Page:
This year's GREYC machine translation (MT) system presents three major changes relative to the system presented during the previous campaign, while, of course, remaining a pure example-based MT system that exploits proportional analogies. Firstly, the analogy solver has been replaced with a truly non-deterministic one. Secondly, the engine has been re-engineered and a better control has been introduced. Thirdly, the data used for translation were the data provided by the organizers plus alignments obtained using a new alignment method. This year we chose to have the engine run with the word as the processing unit on the contrary to previous years where the processing unit used to be the character. The tracks the system participated in are all classic BTEC tracks (Arabic-English, Chinese-English and Chinese-Spanish) plus the so-called PIVOT task, where the test set had to be translated from Chinese into Spanish by way of English.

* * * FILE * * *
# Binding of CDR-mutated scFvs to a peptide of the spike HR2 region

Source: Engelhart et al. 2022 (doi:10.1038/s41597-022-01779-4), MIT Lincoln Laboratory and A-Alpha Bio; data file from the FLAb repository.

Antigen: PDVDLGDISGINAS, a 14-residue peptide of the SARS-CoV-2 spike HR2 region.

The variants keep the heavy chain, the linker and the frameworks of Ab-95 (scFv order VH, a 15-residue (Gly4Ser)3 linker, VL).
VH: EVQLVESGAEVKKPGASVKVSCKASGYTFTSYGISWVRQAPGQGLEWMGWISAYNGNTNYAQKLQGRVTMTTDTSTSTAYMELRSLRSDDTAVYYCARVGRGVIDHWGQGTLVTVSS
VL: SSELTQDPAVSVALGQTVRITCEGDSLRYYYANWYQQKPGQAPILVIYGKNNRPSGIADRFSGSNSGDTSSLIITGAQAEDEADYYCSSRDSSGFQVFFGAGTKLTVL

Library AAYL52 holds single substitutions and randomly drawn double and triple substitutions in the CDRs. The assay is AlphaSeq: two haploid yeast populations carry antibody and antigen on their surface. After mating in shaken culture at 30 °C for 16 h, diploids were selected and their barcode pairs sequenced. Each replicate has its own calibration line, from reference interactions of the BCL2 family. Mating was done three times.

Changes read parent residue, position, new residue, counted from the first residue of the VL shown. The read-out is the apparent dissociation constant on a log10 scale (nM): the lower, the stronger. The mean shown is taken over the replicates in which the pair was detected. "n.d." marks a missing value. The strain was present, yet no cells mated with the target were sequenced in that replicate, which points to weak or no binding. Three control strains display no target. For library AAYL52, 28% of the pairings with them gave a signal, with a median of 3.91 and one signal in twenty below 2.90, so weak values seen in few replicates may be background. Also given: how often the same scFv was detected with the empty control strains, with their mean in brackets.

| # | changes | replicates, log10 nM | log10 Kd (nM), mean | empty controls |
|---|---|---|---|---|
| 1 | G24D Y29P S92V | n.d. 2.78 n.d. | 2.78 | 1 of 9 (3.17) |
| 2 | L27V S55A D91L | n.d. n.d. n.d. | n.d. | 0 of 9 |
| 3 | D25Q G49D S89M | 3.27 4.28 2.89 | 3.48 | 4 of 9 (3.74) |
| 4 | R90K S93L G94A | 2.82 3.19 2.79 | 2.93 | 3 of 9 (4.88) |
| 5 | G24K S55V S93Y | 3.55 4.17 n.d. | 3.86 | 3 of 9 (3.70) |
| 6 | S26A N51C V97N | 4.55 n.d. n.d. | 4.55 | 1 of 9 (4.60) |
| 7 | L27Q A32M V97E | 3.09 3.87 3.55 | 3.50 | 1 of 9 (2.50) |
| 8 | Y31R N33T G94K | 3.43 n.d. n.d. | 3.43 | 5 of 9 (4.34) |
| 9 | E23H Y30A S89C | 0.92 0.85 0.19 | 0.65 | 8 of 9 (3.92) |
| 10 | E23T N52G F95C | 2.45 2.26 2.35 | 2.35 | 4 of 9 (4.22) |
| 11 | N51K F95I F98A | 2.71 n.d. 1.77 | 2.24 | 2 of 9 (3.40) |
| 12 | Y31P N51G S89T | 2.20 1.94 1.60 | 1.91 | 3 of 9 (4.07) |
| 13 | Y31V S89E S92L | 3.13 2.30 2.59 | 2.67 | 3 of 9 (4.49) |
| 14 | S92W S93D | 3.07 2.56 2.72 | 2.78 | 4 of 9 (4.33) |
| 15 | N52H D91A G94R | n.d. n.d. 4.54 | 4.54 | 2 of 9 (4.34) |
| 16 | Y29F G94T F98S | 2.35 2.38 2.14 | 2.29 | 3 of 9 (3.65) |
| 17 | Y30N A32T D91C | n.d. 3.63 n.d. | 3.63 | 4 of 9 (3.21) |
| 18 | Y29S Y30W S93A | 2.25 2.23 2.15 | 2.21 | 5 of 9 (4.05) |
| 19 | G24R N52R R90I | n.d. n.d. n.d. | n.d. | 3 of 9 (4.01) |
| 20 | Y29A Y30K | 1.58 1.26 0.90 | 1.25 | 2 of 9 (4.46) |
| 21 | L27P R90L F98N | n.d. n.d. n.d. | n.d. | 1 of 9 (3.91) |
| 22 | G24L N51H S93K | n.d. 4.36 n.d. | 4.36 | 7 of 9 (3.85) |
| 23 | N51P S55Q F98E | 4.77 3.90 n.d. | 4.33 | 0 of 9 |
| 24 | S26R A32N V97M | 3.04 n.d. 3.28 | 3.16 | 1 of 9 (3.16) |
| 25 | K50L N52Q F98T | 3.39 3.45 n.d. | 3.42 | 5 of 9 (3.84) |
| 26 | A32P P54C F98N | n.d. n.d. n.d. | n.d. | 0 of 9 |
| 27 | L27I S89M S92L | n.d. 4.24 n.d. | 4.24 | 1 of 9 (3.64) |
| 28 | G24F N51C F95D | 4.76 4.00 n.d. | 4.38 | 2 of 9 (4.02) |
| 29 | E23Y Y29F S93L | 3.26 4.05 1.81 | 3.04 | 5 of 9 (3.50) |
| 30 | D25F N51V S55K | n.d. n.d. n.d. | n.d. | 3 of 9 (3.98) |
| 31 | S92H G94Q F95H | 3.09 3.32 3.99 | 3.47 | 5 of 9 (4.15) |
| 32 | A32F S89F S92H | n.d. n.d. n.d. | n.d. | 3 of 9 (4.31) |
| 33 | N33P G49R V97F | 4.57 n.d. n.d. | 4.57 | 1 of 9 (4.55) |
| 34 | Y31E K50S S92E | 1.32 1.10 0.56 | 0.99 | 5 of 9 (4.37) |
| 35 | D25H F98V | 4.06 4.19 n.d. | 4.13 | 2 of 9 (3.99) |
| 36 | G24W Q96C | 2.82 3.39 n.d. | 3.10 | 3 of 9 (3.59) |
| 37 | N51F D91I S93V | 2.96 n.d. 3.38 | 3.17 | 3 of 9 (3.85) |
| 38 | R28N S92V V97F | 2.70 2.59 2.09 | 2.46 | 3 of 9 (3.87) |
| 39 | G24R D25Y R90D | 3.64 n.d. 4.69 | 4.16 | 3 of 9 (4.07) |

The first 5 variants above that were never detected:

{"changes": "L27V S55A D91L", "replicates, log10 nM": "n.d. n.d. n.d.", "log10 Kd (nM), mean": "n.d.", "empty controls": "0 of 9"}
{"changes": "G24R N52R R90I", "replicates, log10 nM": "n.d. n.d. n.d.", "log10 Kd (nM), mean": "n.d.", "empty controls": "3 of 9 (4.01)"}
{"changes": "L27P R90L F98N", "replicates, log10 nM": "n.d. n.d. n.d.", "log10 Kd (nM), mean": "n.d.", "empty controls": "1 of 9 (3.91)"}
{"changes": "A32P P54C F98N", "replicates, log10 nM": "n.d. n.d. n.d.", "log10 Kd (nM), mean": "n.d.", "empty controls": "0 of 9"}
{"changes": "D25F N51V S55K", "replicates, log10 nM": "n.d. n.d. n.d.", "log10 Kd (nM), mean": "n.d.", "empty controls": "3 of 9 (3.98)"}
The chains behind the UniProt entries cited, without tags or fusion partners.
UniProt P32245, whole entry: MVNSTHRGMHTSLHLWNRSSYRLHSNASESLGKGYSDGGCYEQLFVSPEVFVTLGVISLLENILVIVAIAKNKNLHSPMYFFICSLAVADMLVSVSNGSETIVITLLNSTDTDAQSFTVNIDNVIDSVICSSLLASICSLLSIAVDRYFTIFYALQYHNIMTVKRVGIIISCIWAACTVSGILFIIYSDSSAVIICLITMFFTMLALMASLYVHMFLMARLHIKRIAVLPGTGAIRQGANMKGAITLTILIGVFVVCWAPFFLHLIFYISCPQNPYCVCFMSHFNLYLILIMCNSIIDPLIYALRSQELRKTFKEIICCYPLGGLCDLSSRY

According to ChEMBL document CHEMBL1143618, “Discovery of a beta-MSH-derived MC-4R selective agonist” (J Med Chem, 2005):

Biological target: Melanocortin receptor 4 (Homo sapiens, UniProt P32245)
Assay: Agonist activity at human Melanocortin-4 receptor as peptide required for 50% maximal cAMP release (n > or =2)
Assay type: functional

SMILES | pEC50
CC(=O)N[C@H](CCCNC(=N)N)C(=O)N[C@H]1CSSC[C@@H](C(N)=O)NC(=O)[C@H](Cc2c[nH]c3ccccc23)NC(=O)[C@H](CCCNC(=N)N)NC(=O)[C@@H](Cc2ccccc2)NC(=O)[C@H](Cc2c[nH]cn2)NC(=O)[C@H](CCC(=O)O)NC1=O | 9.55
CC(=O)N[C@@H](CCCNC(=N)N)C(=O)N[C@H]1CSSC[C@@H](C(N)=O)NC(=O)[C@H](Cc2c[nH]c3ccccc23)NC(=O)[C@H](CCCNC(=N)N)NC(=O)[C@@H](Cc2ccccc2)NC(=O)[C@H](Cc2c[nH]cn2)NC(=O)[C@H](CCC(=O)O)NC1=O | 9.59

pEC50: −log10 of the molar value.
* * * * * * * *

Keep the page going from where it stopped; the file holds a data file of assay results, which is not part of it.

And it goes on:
In this paper, we describe the system and approach used by the Institute for Infocomm Research (I2R) for the IWSLT 2008 spoken language translation evaluation campaign. In the system, we integrate various decoding algorithms into a multi-pass translation framework. The multi-pass approach enables us to utilize various decoding algorithm and to explore much more hypotheses. This paper reports our design philosophy, overall architecture, each individual system and various system combination methods that we have explored. The performance on development and test sets are reported in detail in the paper. The system has shown competitive performance with respect to the BLEU and METEOR measures in Chinese-English Challenge and BTEC tasks.